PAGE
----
Last month, Mr Biden used the summit meeting with Mr Putin to argue that ransomware is emerging as an even bigger threat, causing the kind of economic disruption that no state could tolerate. Mr Biden specifically mentioned the cessation of gasoline flow on the east coast an attack on the Colonial Pipeline in June, as well as the closure of a major meat processing plant and previous ransomware attacks that paralyzed hospitals.

The issue has become so urgent that it has begun shifting negotiations between Washington and Moscow and bringing digital weapons control to a level of urgency previously seen primarily in nuclear arms control negotiations. On Tuesday, White House press secretary Jen Psaki said American officials will meet with Russian officials next week to discuss ransomware attacks – a dialogue the two leaders agreed at their Geneva summit.

On Saturday, when the attacks were underway, Putin gave a speech introducing Russia’s latest national security strategy, which outlines measures to respond to foreign influence. The document claimed that Russian “traditional spiritual, moral and cultural-historical values ​​are actively attacked by the US and its allies”.

While the strategy reaffirmed Moscow’s commitment to diplomatic conflict resolution, it stressed that Russia “considers it legitimate to take symmetrical and asymmetrical measures” to prevent “unfriendly actions” by foreign states.

The remarks, cybersecurity experts said, were Putin’s response to the summit with Mr Biden.

“Biden did a good job setting a marker, but if you’re a thug the first thing you test for is that red line,” said James A. Lewis, a cybersecurity expert at the Center for Strategic and International Studies in Washington. “And we see that here.”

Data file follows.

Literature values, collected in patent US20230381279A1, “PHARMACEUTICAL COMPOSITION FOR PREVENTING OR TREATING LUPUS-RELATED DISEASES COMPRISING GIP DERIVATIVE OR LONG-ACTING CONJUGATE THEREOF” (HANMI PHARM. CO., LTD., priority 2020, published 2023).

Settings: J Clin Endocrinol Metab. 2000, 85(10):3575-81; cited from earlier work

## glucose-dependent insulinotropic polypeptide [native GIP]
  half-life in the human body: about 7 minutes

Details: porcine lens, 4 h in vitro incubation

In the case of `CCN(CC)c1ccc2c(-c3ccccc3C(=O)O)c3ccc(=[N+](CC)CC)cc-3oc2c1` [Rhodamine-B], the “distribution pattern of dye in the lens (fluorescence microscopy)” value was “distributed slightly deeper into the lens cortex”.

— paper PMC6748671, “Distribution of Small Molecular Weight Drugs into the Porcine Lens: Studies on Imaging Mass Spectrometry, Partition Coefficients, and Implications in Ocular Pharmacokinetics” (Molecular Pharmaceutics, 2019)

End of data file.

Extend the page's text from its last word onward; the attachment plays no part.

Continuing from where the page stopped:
Mr. Lewis added that “low penalties” like sanctions had been exhausted. “The White House will have to take more aggressive action, be it in cyberspace or a more painful legal or financial maneuver,” he said.

Stricter measures have long been discussed and occasionally applied. When Russian intelligence agencies smuggled malicious code into the American power grid in recent years – where it is suspected to this day – the United States, for its part, has put code into the Russian grid, and made sure it was seen as a deterrent. Before the 2020 elections, the US Cyber ​​Command shut down the servers of a major Russian cybercrime to prevent the voting infrastructure from being blocked.

But tougher measures usually sparked debate over whether the United States risked escalation. Participants in those discussions said that they usually lead to decisions to stay on the safe side because much of America’s infrastructure is poorly defended and vulnerable to counterattack.